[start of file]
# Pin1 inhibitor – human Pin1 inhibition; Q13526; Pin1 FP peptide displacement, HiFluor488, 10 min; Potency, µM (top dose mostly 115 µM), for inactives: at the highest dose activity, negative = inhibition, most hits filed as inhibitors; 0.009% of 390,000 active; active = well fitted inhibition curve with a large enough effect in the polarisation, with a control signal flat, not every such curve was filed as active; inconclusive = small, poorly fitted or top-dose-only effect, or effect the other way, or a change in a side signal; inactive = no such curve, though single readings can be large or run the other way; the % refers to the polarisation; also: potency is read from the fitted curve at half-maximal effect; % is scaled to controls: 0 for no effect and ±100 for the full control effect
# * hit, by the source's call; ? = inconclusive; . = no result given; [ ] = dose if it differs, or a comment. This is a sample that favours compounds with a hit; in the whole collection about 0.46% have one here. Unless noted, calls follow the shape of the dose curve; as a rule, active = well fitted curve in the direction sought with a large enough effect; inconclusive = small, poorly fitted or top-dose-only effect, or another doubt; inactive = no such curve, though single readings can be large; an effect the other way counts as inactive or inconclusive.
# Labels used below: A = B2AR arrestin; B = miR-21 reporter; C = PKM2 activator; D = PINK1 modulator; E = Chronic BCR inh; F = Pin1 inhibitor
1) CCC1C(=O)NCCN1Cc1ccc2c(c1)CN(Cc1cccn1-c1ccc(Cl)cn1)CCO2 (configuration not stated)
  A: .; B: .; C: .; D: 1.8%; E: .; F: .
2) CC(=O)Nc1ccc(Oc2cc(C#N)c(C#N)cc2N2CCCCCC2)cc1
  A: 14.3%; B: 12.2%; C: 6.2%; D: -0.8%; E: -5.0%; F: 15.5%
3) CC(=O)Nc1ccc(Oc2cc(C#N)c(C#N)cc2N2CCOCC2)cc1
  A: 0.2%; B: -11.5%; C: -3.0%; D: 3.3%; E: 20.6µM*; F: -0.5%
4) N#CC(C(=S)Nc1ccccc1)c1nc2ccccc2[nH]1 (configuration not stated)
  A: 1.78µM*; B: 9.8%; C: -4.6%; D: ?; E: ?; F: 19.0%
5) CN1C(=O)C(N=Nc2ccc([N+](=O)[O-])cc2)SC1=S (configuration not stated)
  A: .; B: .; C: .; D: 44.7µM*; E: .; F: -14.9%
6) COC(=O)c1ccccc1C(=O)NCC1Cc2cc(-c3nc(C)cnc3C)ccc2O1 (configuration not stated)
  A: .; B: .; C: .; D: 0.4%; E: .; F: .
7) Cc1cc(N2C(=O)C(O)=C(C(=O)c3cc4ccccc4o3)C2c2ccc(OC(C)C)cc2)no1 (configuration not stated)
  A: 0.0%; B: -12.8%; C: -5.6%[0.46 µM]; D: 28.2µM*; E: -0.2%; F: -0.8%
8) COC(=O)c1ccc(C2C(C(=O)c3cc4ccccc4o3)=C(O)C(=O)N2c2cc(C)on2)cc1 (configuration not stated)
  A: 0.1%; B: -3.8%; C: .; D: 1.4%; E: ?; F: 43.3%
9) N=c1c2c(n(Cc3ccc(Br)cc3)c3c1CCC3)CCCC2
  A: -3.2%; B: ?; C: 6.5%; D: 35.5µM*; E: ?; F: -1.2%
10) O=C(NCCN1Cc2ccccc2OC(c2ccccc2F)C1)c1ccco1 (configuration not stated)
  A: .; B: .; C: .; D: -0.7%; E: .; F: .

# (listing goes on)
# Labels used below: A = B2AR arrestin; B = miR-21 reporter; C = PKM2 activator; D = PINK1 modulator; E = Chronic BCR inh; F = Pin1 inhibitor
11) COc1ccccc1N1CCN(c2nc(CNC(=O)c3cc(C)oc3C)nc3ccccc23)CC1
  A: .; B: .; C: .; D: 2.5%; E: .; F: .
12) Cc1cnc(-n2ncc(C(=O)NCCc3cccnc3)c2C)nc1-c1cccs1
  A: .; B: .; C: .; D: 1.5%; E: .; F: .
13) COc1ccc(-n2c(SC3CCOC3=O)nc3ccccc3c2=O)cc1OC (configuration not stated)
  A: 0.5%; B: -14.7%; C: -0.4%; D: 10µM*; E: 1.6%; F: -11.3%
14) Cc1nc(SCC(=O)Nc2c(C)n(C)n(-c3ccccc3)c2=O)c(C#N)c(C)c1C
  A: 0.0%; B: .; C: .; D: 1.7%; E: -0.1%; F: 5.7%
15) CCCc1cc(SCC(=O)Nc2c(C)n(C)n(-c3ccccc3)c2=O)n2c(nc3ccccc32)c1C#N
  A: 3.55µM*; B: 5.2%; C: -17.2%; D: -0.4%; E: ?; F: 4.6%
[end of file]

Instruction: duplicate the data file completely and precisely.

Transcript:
# Pin1 inhibitor – human Pin1 inhibition; Q13526; Pin1 FP peptide displacement, HiFluor488, 10 min; Potency, µM (top dose mostly 115 µM), for inactives: at the highest dose activity, negative = inhibition, most hits filed as inhibitors; 0.009% of 390,000 active; active = well fitted inhibition curve with a large enough effect in the polarisation, with a control signal flat, not every such curve was filed as active; inconclusive = small, poorly fitted or top-dose-only effect, or effect the other way, or a change in a side signal; inactive = no such curve, though single readings can be large or run the other way; the % refers to the polarisation; also: potency is read from the fitted curve at half-maximal effect; % is scaled to controls: 0 for no effect and ±100 for the full control effect
# * hit, by the source's call; ? = inconclusive; . = no result given; [ ] = dose if it differs, or a comment. This is a sample that favours compounds with a hit; in the whole collection about 0.46% have one here. Unless noted, calls follow the shape of the dose curve; as a rule, active = well fitted curve in the direction sought with a large enough effect; inconclusive = small, poorly fitted or top-dose-only effect, or another doubt; inactive = no such curve, though single readings can be large; an effect the other way counts as inactive or inconclusive.
# Labels used below: A = B2AR arrestin; B = miR-21 reporter; C = PKM2 activator; D = PINK1 modulator; E = Chronic BCR inh; F = Pin1 inhibitor
1) CCC1C(=O)NCCN1Cc1ccc2c(c1)CN(Cc1cccn1-c1ccc(Cl)cn1)CCO2 (configuration not stated)
  A: .; B: .; C: .; D: 1.8%; E: .; F: .
2) CC(=O)Nc1ccc(Oc2cc(C#N)c(C#N)cc2N2CCCCCC2)cc1
  A: 14.3%; B: 12.2%; C: 6.2%; D: -0.8%; E: -5.0%; F: 15.5%
3) CC(=O)Nc1ccc(Oc2cc(C#N)c(C#N)cc2N2CCOCC2)cc1
  A: 0.2%; B: -11.5%; C: -3.0%; D: 3.3%; E: 20.6µM*; F: -0.5%
4) N#CC(C(=S)Nc1ccccc1)c1nc2ccccc2[nH]1 (configuration not stated)
  A: 1.78µM*; B: 9.8%; C: -4.6%; D: ?; E: ?; F: 19.0%
5) CN1C(=O)C(N=Nc2ccc([N+](=O)[O-])cc2)SC1=S (configuration not stated)
  A: .; B: .; C: .; D: 44.7µM*; E: .; F: -14.9%
6) COC(=O)c1ccccc1C(=O)NCC1Cc2cc(-c3nc(C)cnc3C)ccc2O1 (configuration not stated)
  A: .; B: .; C: .; D: 0.4%; E: .; F: .
7) Cc1cc(N2C(=O)C(O)=C(C(=O)c3cc4ccccc4o3)C2c2ccc(OC(C)C)cc2)no1 (configuration not stated)
  A: 0.0%; B: -12.8%; C: -5.6%[0.46 µM]; D: 28.2µM*; E: -0.2%; F: -0.8%
8) COC(=O)c1ccc(C2C(C(=O)c3cc4ccccc4o3)=C(O)C(=O)N2c2cc(C)on2)cc1 (configuration not stated)
  A: 0.1%; B: -3.8%; C: .; D: 1.4%; E: ?; F: 43.3%
9) N=c1c2c(n(Cc3ccc(Br)cc3)c3c1CCC3)CCCC2
  A: -3.2%; B: ?; C: 6.5%; D: 35.5µM*; E: ?; F: -1.2%
10) O=C(NCCN1Cc2ccccc2OC(c2ccccc2F)C1)c1ccco1 (configuration not stated)
  A: .; B: .; C: .; D: -0.7%; E: .; F: .

# (listing goes on)
# Labels used below: A = B2AR arrestin; B = miR-21 reporter; C = PKM2 activator; D = PINK1 modulator; E = Chronic BCR inh; F = Pin1 inhibitor
11) COc1ccccc1N1CCN(c2nc(CNC(=O)c3cc(C)oc3C)nc3ccccc23)CC1
  A: .; B: .; C: .; D: 2.5%; E: .; F: .
12) Cc1cnc(-n2ncc(C(=O)NCCc3cccnc3)c2C)nc1-c1cccs1
  A: .; B: .; C: .; D: 1.5%; E: .; F: .
13) COc1ccc(-n2c(SC3CCOC3=O)nc3ccccc3c2=O)cc1OC (configuration not stated)
  A: 0.5%; B: -14.7%; C: -0.4%; D: 10µM*; E: 1.6%; F: -11.3%
14) Cc1nc(SCC(=O)Nc2c(C)n(C)n(-c3ccccc3)c2=O)c(C#N)c(C)c1C
  A: 0.0%; B: .; C: .; D: 1.7%; E: -0.1%; F: 5.7%
15) CCCc1cc(SCC(=O)Nc2c(C)n(C)n(-c3ccccc3)c2=O)n2c(nc3ccccc32)c1C#N
  A: 3.55µM*; B: 5.2%; C: -17.2%; D: -0.4%; E: ?; F: 4.6%